As Latin American cinema continues to break new ground all over the globe, filmmakers from the region have found in film a way to honor the indigenous roots that run through the American continent. Roma‘s Yalitza Aparicio, who earned an Oscar nomination for a performance in Spanish and Mixtec, may well signal a broader embrace of indigenous characters and performances, but there are many other examples coming from all over Latin America. There’s the Peruvian film Wiñaypacha, which is all in Aymara; the Guatemalan fest favorite Ixcanul, all in the Kaqchikel language. And adding to this growing canon is Hatuey Viveros’ Café.
This hybrid film mixes fiction and documentary to portray the traditions, values, and customs of a family in the village of San Miguel Tzinacapan, following the death of its patriarch. As the family prepares to honor the deceased member, they have to come to terms with an increasingly hard financial and cultural situation. Illuminating the hardships faced by modern indigenous communities, Viveros’ project was shot almost entirely in Nahuatl. This despite the fact that many of those in front of the camera — including a son who’s about to graduate as a lawyer — are fluent in Spanish.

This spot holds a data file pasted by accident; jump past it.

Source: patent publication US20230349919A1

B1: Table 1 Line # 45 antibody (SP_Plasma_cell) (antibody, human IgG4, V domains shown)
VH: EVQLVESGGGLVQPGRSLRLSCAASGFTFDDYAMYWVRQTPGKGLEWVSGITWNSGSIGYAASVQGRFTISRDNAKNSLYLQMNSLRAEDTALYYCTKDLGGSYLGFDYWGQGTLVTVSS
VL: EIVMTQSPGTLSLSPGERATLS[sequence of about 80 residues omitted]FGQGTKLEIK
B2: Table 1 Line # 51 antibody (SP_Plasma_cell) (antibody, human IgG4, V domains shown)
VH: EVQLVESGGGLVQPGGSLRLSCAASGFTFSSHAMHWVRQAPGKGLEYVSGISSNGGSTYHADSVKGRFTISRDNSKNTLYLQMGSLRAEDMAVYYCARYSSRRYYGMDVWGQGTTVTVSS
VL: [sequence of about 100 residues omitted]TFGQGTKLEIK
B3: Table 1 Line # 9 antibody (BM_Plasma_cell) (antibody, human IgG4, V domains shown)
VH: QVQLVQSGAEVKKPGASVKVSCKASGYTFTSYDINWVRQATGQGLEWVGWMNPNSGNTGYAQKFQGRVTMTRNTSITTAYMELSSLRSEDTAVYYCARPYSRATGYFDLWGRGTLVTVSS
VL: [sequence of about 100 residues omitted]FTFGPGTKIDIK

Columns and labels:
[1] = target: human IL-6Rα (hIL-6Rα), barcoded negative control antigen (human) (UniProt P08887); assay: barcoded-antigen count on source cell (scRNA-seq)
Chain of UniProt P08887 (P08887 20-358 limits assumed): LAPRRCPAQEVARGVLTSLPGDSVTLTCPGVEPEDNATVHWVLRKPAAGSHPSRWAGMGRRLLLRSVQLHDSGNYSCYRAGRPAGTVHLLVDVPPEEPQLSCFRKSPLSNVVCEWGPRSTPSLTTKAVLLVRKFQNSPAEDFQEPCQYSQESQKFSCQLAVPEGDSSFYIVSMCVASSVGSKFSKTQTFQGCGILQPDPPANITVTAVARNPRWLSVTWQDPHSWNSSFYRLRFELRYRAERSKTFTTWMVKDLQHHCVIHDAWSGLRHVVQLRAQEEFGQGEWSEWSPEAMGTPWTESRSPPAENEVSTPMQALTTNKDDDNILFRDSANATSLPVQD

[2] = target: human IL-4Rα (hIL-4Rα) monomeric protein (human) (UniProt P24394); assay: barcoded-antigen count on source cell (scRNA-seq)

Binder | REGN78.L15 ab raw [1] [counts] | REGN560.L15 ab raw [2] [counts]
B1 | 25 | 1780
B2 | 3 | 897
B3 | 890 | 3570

But Viveros aimed for authenticity. He worked with the local community to get the translation just right. In the film’s trailer, you see Viveros’ sparse visual language take center stage. He allows his subjects to take control, as they reminisce about the good and the not-so-good times they shared with their father. In doing so he allows us to take stock of the modest household we’re invited into, where Catholic iconography lives alongside indigenous customs. Check out the full elegiac trailer below.